This section is from the book "British Wild Flowers - In Their Natural Haunts Vol2-4", by A. R. Horwood. Also available from Amazon: A British Wild Flowers In Their Natural Haunts.
This common plant has been found in Preglacial beds in Suffolk, Interglacial beds in Sussex, and in Neolithic beds in Edinburgh. At the present time it is at home in the North Temperate Zone in Arctic Europe, North Africa, Siberia, West Asia as far as the Himalayas. In the United States, America, it is an introduction. It is generally distributed in Great Britain, but it is absent in the counties of Cardigan, South Lincs, Stirling, S. Perth, Elgin, Westerness, Mid and N. Ebudes, West Sutherland, and the Northern Isles. In Yorkshire it grows at a height of 1000 ft.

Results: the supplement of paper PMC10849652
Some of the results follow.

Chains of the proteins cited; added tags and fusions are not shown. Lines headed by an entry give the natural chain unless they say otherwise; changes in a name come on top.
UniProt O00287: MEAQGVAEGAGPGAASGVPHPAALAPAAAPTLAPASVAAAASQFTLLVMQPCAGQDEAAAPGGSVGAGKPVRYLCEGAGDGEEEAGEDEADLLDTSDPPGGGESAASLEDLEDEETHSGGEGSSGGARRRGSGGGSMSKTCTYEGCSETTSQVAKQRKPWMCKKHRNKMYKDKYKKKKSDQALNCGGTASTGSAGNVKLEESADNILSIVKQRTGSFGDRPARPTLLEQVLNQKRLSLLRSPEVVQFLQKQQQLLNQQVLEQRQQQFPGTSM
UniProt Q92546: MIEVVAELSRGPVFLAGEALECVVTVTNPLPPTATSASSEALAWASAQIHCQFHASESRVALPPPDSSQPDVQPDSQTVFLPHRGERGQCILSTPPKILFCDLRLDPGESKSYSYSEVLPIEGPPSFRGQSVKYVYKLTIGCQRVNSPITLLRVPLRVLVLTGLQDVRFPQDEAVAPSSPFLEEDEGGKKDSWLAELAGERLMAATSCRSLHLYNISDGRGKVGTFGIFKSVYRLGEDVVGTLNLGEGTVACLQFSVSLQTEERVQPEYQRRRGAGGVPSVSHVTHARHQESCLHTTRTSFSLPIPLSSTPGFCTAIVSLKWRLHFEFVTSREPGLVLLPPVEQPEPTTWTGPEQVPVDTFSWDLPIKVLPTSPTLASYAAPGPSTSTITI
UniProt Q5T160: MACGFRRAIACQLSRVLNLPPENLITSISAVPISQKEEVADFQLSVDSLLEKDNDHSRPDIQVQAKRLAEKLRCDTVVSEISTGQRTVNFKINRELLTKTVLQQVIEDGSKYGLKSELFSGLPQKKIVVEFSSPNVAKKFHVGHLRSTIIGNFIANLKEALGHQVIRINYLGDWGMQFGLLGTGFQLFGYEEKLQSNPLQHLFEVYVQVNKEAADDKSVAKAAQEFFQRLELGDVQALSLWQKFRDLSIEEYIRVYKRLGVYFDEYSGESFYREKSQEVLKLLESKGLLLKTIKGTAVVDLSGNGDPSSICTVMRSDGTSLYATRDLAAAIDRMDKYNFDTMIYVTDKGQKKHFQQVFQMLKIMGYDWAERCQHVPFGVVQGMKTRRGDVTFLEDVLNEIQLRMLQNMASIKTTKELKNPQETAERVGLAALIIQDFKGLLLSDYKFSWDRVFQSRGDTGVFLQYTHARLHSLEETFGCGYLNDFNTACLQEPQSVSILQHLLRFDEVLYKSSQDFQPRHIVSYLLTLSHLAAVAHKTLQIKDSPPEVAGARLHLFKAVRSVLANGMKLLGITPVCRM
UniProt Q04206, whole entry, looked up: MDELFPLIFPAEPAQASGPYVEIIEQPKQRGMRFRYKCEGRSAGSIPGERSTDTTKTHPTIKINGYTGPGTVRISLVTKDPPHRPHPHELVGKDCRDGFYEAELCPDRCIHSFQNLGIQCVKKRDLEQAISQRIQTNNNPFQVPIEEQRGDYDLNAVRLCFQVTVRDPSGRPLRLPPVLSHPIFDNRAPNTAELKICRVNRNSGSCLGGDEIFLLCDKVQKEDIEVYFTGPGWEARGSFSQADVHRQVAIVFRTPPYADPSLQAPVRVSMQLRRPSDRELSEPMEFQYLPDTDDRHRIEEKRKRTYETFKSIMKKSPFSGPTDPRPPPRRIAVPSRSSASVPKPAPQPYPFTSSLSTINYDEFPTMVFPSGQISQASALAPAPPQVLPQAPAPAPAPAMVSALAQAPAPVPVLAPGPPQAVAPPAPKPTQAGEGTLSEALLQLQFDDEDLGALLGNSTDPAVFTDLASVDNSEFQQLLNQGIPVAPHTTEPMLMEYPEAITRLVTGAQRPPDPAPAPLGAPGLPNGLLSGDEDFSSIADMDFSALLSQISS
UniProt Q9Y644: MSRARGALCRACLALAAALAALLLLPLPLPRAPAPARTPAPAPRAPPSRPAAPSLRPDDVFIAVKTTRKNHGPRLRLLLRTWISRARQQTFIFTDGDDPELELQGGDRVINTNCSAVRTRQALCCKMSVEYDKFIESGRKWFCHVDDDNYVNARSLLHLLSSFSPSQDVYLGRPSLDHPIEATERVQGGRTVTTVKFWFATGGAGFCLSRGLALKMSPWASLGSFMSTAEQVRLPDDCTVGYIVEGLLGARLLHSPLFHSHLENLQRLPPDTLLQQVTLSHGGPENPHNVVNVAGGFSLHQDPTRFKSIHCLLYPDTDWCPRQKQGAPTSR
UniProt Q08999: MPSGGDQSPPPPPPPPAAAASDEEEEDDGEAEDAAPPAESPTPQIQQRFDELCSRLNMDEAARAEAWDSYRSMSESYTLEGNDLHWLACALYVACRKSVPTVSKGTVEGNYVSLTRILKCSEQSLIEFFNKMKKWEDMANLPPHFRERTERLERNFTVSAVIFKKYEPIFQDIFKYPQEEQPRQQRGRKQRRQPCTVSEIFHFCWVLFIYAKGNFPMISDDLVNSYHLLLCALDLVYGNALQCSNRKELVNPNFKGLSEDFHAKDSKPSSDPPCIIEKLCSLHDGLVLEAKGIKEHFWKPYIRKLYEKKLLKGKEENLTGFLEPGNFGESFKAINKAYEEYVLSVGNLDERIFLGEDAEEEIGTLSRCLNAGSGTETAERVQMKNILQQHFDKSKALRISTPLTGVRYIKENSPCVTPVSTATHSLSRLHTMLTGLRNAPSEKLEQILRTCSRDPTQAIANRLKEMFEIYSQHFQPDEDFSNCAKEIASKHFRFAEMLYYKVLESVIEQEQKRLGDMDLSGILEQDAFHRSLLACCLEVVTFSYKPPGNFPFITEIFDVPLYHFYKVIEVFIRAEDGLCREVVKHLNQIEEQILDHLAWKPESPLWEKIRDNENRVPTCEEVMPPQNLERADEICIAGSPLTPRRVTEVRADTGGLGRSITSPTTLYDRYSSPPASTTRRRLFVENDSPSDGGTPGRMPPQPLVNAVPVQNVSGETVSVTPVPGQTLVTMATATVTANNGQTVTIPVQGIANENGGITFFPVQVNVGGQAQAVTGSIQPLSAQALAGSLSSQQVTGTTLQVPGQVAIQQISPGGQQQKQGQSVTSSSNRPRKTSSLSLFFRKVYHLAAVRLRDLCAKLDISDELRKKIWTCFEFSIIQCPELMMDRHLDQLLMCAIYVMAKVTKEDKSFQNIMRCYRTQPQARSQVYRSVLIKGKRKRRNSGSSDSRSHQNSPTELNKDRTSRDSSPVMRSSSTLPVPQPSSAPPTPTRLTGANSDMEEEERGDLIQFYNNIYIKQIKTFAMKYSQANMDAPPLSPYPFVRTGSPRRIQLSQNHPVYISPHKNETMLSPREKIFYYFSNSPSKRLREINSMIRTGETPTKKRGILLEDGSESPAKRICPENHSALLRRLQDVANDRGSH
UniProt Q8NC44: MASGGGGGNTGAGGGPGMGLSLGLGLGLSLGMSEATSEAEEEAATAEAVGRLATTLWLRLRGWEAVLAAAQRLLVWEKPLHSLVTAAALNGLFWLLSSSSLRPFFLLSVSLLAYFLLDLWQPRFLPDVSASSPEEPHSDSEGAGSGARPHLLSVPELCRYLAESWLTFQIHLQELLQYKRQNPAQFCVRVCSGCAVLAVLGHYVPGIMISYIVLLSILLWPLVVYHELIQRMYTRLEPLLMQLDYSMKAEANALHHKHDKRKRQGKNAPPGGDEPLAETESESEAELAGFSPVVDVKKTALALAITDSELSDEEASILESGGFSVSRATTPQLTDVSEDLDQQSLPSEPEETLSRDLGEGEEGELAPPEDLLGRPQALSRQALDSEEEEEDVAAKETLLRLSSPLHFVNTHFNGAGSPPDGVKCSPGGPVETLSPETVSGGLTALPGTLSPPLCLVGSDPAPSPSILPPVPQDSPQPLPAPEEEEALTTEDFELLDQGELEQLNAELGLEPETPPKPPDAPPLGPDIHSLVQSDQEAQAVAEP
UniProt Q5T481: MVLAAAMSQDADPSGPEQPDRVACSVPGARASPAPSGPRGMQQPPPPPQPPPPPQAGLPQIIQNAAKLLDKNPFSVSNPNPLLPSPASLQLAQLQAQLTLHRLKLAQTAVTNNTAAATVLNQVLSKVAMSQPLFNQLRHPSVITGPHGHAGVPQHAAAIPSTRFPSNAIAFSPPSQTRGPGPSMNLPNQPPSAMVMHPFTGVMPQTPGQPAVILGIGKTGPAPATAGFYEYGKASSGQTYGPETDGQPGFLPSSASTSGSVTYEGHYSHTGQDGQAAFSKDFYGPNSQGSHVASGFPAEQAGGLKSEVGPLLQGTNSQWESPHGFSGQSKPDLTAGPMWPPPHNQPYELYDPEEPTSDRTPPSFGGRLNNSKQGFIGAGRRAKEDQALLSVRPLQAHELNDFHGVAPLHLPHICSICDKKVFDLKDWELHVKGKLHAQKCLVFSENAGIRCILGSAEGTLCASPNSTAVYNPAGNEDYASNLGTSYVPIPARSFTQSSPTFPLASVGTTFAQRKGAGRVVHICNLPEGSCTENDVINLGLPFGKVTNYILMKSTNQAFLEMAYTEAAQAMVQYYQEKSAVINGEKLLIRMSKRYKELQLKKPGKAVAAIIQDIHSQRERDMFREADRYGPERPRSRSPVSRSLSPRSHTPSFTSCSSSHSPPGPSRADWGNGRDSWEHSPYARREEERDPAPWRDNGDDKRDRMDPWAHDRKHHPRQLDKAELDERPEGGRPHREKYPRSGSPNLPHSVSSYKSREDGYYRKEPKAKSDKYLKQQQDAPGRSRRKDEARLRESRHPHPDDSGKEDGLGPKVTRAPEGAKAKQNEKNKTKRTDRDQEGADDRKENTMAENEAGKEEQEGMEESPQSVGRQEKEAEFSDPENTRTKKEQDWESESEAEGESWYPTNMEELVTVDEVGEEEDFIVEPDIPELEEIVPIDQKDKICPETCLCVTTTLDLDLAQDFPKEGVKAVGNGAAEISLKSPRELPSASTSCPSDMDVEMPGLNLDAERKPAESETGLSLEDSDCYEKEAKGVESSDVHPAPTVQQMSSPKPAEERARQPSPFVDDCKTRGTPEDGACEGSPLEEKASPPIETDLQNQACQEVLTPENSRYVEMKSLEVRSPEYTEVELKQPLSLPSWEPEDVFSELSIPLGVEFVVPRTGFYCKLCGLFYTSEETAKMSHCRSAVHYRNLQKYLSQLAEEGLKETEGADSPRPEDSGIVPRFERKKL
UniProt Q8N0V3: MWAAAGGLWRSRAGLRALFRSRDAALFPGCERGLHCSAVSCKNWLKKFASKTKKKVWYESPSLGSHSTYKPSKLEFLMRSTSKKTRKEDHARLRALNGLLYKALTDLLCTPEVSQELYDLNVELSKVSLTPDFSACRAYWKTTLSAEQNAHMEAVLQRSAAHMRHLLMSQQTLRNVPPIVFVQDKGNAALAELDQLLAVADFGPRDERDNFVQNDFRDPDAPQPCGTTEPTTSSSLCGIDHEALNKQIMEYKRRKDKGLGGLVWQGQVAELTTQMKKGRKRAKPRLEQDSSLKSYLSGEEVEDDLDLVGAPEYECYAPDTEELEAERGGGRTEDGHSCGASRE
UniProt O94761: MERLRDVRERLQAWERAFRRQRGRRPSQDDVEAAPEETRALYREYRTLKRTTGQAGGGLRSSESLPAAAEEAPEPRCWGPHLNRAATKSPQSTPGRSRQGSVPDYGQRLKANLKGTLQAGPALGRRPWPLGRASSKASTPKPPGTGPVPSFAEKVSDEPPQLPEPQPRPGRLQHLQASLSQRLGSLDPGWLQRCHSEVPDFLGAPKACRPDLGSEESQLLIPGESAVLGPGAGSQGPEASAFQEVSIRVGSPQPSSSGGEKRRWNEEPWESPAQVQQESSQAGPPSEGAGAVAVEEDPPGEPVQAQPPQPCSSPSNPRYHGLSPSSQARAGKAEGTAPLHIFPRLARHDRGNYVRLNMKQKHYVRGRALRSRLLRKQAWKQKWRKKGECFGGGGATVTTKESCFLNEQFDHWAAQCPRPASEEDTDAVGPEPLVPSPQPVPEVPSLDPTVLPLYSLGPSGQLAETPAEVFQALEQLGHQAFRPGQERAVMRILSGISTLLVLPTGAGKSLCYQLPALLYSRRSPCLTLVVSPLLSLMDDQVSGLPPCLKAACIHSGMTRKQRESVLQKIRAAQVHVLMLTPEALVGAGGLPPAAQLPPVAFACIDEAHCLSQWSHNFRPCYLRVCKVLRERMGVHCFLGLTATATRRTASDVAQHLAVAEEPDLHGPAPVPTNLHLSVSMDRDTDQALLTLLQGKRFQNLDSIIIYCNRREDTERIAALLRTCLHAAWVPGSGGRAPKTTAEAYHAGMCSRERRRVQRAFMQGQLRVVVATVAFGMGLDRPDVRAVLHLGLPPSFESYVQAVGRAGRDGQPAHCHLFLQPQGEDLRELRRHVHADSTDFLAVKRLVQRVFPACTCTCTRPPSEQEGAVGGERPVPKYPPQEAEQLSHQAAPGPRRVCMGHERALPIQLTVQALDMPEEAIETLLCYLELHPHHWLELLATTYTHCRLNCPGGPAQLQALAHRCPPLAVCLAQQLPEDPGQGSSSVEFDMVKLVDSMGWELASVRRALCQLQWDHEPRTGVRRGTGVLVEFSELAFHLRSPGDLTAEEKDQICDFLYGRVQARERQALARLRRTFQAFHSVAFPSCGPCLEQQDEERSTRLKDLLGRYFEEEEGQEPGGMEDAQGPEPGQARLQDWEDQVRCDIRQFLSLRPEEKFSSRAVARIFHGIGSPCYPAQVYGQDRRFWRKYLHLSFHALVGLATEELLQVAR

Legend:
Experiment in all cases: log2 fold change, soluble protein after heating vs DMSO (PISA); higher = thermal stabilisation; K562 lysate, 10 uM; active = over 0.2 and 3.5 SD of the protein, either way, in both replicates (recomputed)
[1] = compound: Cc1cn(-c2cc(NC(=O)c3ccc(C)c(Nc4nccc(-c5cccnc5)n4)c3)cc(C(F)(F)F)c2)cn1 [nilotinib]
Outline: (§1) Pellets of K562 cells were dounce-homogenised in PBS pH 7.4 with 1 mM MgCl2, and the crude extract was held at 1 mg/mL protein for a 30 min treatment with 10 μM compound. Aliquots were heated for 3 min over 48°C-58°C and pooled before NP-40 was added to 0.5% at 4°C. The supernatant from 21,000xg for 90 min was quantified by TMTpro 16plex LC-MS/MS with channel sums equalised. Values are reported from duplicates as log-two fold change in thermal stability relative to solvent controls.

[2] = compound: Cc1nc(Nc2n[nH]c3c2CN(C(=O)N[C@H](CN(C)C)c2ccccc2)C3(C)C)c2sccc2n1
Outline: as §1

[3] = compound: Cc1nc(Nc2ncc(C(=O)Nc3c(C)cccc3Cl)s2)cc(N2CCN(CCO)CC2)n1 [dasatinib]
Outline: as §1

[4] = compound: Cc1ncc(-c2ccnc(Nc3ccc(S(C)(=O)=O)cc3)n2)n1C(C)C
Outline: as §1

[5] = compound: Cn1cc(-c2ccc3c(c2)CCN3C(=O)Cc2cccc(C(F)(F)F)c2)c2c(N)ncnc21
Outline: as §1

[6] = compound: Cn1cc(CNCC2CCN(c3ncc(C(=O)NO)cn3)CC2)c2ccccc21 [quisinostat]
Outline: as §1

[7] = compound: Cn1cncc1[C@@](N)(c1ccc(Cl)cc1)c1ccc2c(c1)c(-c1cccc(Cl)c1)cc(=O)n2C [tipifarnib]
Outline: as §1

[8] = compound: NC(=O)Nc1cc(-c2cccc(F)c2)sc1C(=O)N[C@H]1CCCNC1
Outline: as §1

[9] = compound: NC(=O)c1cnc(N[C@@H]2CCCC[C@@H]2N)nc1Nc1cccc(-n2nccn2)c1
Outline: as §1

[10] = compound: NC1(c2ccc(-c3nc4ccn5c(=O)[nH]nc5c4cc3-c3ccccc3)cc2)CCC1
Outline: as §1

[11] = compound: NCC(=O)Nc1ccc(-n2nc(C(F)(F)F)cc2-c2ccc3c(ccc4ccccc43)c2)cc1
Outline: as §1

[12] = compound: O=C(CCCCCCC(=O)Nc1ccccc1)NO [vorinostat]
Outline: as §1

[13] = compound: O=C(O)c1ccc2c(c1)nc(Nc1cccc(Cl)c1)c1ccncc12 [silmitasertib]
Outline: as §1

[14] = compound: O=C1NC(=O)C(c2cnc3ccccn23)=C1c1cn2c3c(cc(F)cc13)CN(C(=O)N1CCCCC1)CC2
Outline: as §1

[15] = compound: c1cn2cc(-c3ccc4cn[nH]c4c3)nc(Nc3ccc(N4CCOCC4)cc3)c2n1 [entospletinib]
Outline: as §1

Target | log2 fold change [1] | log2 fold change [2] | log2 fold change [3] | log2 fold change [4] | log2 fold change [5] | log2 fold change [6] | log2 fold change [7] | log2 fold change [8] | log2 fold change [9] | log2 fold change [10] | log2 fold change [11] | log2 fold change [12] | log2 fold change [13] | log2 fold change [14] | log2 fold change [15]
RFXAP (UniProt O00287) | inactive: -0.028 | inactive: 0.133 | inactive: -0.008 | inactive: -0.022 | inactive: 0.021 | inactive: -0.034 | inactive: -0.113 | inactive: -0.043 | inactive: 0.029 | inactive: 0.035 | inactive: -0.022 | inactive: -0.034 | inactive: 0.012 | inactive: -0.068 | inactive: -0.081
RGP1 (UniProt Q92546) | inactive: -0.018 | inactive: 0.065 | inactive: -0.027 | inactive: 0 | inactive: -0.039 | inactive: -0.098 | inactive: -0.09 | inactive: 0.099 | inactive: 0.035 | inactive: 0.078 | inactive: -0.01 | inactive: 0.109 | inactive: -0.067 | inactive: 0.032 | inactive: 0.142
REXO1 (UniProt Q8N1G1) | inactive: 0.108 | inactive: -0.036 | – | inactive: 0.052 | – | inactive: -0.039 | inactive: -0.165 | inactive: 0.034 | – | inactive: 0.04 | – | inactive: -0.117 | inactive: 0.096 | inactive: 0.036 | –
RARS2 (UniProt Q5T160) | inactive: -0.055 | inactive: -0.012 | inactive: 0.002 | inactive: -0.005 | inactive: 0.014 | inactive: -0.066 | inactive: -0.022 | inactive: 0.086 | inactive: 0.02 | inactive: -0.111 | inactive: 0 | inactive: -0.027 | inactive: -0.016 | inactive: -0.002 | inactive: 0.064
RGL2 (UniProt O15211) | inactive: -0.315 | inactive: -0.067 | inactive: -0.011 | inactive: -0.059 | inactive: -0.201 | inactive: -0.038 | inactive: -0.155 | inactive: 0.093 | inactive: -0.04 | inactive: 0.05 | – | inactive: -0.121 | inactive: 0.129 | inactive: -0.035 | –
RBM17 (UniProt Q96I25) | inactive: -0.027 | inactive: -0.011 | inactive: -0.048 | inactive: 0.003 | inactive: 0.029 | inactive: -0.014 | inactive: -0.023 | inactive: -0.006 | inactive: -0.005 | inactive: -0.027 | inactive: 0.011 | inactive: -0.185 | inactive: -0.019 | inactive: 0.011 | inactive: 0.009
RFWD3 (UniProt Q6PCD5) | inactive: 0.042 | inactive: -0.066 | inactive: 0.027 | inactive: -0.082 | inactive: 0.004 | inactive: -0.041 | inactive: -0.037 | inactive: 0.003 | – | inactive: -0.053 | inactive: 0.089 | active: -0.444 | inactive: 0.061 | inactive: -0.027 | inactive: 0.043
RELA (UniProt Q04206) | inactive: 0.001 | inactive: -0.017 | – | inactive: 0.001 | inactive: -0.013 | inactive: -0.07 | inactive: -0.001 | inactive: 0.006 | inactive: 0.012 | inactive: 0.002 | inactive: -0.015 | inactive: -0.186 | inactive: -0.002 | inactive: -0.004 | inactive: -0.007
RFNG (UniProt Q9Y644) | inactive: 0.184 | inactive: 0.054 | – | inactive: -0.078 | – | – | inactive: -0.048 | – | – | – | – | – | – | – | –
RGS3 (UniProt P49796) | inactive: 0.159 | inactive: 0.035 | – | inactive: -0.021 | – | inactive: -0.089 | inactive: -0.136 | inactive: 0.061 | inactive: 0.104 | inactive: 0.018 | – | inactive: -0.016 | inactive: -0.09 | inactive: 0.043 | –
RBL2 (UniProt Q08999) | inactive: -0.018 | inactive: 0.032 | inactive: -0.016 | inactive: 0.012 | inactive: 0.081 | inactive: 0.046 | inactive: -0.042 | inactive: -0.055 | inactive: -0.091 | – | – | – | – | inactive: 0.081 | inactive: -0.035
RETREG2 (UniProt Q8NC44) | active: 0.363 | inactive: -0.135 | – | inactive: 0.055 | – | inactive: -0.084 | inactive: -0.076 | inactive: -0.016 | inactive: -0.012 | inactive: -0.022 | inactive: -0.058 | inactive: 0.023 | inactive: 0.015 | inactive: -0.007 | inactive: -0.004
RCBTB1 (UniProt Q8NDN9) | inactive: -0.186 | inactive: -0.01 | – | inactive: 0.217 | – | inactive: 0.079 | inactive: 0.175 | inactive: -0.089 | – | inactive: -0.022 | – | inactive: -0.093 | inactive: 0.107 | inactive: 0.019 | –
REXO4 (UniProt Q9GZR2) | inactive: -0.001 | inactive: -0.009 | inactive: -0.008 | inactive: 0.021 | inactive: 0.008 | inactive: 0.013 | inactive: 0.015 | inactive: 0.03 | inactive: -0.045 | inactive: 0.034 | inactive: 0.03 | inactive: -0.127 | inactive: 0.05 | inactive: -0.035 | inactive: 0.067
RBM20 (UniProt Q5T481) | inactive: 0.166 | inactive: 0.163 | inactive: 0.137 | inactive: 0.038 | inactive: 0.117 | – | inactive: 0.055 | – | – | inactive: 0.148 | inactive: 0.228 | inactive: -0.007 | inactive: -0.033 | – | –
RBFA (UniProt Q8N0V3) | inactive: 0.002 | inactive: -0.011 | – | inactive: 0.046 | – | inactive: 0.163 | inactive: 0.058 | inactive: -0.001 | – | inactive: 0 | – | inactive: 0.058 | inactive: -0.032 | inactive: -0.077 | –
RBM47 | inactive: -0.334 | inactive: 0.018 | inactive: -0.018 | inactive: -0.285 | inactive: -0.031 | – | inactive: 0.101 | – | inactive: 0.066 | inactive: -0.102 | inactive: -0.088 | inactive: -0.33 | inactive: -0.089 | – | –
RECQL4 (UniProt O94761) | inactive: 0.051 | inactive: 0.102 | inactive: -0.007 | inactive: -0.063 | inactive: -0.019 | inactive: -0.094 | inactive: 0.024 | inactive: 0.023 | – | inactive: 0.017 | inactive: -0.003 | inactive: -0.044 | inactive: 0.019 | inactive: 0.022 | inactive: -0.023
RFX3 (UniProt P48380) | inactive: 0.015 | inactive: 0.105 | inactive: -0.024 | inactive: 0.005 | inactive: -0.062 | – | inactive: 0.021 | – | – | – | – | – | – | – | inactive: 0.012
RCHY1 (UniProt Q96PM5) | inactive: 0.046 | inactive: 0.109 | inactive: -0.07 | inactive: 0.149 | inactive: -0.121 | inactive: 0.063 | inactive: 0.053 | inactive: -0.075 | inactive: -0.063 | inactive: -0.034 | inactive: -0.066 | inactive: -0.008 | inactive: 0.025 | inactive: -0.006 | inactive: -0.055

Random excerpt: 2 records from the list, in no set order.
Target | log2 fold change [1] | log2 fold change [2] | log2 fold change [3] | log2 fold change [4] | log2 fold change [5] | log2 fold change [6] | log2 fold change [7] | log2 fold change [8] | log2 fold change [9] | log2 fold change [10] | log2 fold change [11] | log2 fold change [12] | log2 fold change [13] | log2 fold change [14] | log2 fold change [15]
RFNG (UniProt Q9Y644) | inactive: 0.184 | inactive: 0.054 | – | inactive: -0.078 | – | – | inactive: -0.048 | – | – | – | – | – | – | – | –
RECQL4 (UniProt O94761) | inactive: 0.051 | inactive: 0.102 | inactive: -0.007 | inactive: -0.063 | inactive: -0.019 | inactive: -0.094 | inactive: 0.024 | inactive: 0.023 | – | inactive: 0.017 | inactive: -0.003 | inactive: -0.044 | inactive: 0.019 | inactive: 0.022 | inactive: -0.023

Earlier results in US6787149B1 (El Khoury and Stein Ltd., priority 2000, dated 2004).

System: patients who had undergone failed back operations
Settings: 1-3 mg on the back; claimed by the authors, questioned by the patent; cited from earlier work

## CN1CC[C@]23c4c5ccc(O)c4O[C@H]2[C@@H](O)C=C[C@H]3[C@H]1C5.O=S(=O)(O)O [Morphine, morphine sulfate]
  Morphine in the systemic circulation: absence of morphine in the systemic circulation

The Perforate St. John's Wort is as familiar a plant along the roadside as Herb Robert, the Yellow Vetchling, or Tufted Vetch, or Hedge Parsley, Cleavers, and Wood Basil, which commonly grow with it. It is generally found near hedges or banks, and the highway is quite gay with clumps of its yellow bloom from July to September.
Many rounded or slightly angular stems arise from the same root in this as in other species, giving it a clustered appearance. They are erect, tall, branched above, the branches being opposite, and like the stem 2-edged.